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Balaknama: Underprivileged Kids Turn Into Journalists


Balaknama, meaning “children’s voice”, is one of the world’s most unique newspapers. It is written by street kids, about street kids, for street kids.

An initiative started by street children under the wing of the NGO Chetna in Delhi, the newspaper is written and edited completely by these youngsters with no interference from outside. Today, the newspaper has a circulation of around 5500 copies with a readership of over 10,000.

The homeless and slum children of Delhi, who come from impecunious backgrounds, use the newspaper as a medium to tell the world about their problems and help its target audience (street children) find stories they can relate to.

About the Newspaper

Balaknama is a quarterly publication with stories from all across India; states like Uttar Pradesh, Bihar and Andhra Pradesh. The paper is written in Hindi and its coverage includes hard-hitting topics such as child labour, child marriage and police brutality.

The children who write for the newspaper are given some training beforehand and are taught how to write articles. Most of these children work (or used to work) odd jobs during the day to earn some money and write for the newspaper afterwards. The reporters are not paid, but receive an allowance for travel and other expenses.

The team often interviews children living on the streets of Delhi to get first-hand accounts of their stories and the injustices faced by them. Then the team has a meeting to decide which stories will be published and after the final articles are written and editing is done, the production process for the newspaper begins.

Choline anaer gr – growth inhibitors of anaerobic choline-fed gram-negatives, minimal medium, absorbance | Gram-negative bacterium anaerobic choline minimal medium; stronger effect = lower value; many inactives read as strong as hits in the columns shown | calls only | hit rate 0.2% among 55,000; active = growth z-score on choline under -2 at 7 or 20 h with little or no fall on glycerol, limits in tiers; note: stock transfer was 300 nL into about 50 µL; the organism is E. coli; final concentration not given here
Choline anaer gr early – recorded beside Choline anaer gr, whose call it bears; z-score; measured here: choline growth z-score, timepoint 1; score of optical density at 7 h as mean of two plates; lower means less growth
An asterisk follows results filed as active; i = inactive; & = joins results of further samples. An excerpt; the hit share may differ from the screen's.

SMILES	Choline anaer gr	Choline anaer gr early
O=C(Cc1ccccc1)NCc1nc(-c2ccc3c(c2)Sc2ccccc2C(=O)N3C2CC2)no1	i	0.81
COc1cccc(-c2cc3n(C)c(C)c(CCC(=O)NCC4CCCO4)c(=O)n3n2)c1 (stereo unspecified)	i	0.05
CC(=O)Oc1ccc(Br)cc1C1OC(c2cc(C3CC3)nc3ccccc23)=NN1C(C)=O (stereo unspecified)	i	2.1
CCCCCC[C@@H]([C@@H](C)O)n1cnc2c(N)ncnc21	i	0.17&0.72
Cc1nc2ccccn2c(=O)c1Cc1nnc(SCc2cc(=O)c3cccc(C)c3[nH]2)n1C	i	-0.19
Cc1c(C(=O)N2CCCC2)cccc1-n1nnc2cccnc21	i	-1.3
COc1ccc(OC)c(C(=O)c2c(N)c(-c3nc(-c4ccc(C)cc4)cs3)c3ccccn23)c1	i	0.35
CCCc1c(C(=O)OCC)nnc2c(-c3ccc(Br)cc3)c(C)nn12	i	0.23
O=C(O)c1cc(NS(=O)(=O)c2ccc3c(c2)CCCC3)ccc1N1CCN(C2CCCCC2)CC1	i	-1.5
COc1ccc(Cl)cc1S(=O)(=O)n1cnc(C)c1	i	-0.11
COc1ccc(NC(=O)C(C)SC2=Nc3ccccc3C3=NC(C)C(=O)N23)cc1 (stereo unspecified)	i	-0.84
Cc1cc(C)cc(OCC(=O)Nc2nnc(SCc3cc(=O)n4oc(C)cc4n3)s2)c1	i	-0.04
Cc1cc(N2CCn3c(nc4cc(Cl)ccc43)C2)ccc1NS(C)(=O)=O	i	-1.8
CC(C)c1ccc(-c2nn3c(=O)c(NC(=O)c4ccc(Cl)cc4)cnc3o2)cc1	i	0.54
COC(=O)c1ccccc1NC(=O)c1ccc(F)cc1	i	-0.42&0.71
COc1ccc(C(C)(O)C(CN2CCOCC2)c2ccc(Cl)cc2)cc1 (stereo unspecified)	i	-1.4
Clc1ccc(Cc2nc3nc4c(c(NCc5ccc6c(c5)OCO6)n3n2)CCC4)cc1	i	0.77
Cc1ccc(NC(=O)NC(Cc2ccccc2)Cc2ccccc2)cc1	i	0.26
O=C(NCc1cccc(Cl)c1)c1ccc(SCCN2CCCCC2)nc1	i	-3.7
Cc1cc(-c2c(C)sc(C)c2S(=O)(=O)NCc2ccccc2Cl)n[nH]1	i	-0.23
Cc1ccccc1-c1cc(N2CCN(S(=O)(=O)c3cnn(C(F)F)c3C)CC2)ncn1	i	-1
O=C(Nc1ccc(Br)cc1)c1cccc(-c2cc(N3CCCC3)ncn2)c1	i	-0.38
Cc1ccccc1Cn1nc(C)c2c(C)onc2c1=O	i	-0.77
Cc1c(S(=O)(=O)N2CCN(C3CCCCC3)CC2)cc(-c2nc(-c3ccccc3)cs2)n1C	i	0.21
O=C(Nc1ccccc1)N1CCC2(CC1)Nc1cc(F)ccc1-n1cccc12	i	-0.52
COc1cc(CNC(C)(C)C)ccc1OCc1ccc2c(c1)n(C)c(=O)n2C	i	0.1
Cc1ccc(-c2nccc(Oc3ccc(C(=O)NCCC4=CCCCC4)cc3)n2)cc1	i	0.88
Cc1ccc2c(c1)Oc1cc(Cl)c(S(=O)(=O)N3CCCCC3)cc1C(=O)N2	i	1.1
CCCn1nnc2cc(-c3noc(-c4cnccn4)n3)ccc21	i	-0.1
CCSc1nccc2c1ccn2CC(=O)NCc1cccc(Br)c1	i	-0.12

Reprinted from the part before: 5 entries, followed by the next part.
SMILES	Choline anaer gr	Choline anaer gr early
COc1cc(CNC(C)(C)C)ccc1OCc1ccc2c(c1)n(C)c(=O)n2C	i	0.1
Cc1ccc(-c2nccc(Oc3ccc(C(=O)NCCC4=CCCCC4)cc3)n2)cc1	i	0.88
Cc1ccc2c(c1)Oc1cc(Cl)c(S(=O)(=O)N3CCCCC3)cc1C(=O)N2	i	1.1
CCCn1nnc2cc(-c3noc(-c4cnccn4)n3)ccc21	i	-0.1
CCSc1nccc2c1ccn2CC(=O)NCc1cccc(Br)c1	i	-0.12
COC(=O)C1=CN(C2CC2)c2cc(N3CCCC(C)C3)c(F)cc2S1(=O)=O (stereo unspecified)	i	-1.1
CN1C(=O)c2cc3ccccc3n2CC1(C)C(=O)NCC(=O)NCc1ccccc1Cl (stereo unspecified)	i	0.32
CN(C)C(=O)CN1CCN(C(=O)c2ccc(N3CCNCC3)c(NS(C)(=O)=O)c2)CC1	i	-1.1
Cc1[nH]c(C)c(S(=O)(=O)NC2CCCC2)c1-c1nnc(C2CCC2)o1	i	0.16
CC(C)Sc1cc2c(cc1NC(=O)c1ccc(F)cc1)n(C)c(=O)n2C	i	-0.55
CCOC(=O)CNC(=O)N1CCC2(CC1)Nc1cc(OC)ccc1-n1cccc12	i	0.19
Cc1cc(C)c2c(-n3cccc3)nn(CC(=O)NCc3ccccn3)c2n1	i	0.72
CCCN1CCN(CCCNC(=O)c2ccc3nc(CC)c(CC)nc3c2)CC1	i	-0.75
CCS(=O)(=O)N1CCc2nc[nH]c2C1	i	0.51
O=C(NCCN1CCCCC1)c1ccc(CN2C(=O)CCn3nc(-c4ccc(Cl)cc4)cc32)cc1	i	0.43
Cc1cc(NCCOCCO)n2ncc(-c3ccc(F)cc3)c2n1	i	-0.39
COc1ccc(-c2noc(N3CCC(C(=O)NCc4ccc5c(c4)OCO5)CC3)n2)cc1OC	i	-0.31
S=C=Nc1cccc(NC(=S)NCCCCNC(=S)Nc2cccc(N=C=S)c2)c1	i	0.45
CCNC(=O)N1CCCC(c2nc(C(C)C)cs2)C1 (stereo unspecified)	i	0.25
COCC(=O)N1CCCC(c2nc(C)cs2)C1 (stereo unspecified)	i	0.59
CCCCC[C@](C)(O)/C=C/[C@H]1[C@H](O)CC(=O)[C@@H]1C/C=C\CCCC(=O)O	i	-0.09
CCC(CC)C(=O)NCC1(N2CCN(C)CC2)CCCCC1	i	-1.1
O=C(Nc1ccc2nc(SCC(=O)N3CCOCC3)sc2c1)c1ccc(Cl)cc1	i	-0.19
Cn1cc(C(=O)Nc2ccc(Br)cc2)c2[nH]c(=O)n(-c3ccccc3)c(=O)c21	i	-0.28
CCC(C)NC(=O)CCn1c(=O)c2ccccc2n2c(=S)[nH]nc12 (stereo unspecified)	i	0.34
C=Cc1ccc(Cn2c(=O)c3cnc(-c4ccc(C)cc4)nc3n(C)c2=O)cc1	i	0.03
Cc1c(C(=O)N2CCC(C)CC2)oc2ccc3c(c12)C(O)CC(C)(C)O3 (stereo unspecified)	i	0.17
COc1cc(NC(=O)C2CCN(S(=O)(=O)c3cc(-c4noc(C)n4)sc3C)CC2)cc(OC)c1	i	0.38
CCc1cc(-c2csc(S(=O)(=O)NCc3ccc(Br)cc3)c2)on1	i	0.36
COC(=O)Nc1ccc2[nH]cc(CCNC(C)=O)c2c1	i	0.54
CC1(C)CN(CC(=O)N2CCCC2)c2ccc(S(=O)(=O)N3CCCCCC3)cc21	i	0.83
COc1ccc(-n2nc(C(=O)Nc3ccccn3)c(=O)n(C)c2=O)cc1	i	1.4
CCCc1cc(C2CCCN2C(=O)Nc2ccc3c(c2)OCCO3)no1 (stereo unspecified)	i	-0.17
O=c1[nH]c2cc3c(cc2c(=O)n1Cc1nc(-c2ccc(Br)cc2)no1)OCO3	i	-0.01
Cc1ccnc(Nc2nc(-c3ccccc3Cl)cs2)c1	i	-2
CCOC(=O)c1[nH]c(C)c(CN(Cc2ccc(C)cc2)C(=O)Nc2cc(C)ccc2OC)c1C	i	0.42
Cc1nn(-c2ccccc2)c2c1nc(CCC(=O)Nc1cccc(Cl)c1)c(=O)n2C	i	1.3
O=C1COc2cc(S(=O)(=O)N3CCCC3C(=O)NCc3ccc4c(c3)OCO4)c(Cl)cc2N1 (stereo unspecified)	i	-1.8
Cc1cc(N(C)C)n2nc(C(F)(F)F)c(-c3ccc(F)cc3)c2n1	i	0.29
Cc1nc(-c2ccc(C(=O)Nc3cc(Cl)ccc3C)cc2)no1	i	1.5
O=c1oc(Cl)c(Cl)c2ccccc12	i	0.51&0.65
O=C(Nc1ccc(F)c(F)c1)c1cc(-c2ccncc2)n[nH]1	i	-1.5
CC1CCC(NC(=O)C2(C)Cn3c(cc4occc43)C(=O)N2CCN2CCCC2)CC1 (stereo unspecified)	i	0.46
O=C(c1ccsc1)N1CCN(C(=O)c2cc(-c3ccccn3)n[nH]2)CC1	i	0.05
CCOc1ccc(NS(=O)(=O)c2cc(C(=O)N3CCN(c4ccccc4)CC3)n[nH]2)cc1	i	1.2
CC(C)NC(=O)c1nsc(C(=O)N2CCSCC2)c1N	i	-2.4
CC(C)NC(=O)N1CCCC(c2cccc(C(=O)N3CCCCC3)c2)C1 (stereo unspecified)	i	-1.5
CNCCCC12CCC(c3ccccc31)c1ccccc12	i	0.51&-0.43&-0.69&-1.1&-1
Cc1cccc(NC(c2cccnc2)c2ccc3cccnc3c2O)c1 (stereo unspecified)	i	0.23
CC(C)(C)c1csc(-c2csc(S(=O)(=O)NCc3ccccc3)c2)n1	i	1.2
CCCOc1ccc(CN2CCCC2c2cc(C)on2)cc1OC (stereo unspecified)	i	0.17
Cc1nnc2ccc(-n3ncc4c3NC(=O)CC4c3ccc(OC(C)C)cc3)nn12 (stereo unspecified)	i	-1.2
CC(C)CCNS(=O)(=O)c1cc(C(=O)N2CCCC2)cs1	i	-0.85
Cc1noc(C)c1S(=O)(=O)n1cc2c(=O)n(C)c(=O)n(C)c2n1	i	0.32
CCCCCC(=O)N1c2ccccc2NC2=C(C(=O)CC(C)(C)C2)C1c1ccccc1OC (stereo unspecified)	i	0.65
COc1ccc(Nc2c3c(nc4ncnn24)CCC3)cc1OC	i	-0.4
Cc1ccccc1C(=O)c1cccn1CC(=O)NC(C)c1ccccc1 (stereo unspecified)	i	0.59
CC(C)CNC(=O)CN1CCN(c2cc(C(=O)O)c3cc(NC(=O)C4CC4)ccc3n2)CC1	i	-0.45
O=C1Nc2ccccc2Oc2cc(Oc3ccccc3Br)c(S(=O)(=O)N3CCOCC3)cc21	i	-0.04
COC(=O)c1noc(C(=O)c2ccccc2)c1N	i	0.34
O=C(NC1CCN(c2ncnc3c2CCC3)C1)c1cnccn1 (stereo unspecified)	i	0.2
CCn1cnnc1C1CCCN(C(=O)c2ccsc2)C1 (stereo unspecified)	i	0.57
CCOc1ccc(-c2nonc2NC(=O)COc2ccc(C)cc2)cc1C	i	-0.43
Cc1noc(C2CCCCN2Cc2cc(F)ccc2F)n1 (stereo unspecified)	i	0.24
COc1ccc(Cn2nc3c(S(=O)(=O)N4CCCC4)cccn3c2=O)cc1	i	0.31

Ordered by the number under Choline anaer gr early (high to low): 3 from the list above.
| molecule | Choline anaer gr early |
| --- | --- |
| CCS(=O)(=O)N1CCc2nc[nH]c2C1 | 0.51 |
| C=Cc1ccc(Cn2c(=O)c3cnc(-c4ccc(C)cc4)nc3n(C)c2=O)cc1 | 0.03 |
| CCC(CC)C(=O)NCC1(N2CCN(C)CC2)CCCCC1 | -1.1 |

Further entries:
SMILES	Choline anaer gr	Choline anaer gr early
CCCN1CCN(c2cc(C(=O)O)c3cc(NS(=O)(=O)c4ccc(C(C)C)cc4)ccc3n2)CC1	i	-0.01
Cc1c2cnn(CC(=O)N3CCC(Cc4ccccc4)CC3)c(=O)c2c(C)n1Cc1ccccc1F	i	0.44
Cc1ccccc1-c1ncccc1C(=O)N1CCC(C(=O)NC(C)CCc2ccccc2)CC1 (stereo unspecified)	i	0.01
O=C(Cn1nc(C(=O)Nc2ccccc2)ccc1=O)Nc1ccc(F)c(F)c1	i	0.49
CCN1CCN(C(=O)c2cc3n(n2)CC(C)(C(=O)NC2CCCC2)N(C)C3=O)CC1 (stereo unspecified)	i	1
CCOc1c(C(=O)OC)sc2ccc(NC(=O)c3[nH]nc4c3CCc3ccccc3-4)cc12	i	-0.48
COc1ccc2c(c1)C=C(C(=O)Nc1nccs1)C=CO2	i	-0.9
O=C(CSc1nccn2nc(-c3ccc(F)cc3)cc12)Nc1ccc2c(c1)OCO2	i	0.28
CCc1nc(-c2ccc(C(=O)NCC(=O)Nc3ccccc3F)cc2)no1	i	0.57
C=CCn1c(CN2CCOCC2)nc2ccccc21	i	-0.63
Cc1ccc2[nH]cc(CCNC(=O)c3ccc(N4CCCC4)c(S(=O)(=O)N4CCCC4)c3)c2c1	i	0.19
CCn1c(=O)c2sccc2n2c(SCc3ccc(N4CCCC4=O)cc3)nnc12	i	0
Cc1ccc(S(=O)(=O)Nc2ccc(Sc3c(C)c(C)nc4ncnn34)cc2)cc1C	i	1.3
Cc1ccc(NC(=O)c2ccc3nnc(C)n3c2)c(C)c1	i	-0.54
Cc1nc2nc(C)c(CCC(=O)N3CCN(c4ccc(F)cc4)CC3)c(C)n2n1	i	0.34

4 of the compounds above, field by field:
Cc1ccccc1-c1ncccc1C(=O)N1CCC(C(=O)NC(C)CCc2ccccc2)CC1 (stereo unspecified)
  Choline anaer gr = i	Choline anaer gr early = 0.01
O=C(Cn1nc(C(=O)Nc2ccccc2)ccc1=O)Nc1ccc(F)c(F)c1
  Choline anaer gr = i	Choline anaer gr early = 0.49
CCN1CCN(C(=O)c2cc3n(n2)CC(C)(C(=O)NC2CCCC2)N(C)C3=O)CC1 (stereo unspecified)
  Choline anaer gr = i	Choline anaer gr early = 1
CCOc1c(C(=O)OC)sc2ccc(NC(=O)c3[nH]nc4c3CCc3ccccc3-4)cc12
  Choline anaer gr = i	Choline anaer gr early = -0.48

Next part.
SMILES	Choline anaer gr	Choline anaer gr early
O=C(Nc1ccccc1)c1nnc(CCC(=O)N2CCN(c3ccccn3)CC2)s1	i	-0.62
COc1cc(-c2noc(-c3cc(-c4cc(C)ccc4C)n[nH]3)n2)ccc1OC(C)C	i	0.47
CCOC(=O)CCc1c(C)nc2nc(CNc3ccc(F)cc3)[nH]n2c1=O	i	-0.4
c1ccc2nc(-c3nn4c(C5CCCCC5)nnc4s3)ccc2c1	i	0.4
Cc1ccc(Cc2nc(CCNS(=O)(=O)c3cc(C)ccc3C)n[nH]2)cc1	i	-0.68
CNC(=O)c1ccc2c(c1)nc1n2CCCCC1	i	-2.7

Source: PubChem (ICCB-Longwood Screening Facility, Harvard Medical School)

The NGO Chetna takes care of the production costs and circulates newspapers at the price of 1 Rupee, the proceeds from which are used for the benefit of street children.

The Story of Jyoti

Jyoti Devi is a fifteen year old girl residing in a slum area of Delhi who works as a waste collector to earn a livelihood. She and her brother are forced to work in order to earn a sufficient income for the family. She collects everyday waste items like plastic bottles and cardboard. A kilogram of plastic bottles fetches her around 40 Rupees. Afterwards, she goes to a school run by Chetna to learn reading, writing, math and even life skills.

She is also a contributor to the newspaper and attends the meetings where the team discusses the next publication. One of Jyoti’s ideas was to include a story about youngsters who have overcome their drug addiction, a serious problem among the street children of Delhi.

Jyoti in turn also teaches younger children and encourages them to pursue an education. Among the children, Jyoti is a role model who is fighting against all odds to leave behind her days of collecting trash for money.


Shanno, Shambhu and Chandni, three members of the editorial team all come from destitute backgrounds and find their sense of purpose in working for the newspaper. Shanno, who used to work long hours and put up with her drunk father, is now studying for a degree in social work. She trains other reporters and helped conduct a survey of the children living on the streets of Delhi.

For these children, the newspaper serves as a medium through which their voices can be heard. The Balaknama team realizes that homeless children or those residing in slums deal with hardships that are rarely brought into the limelight, and strives to highlight such pressing issues by empowering children.

[Image Attribute: akshayapatra]

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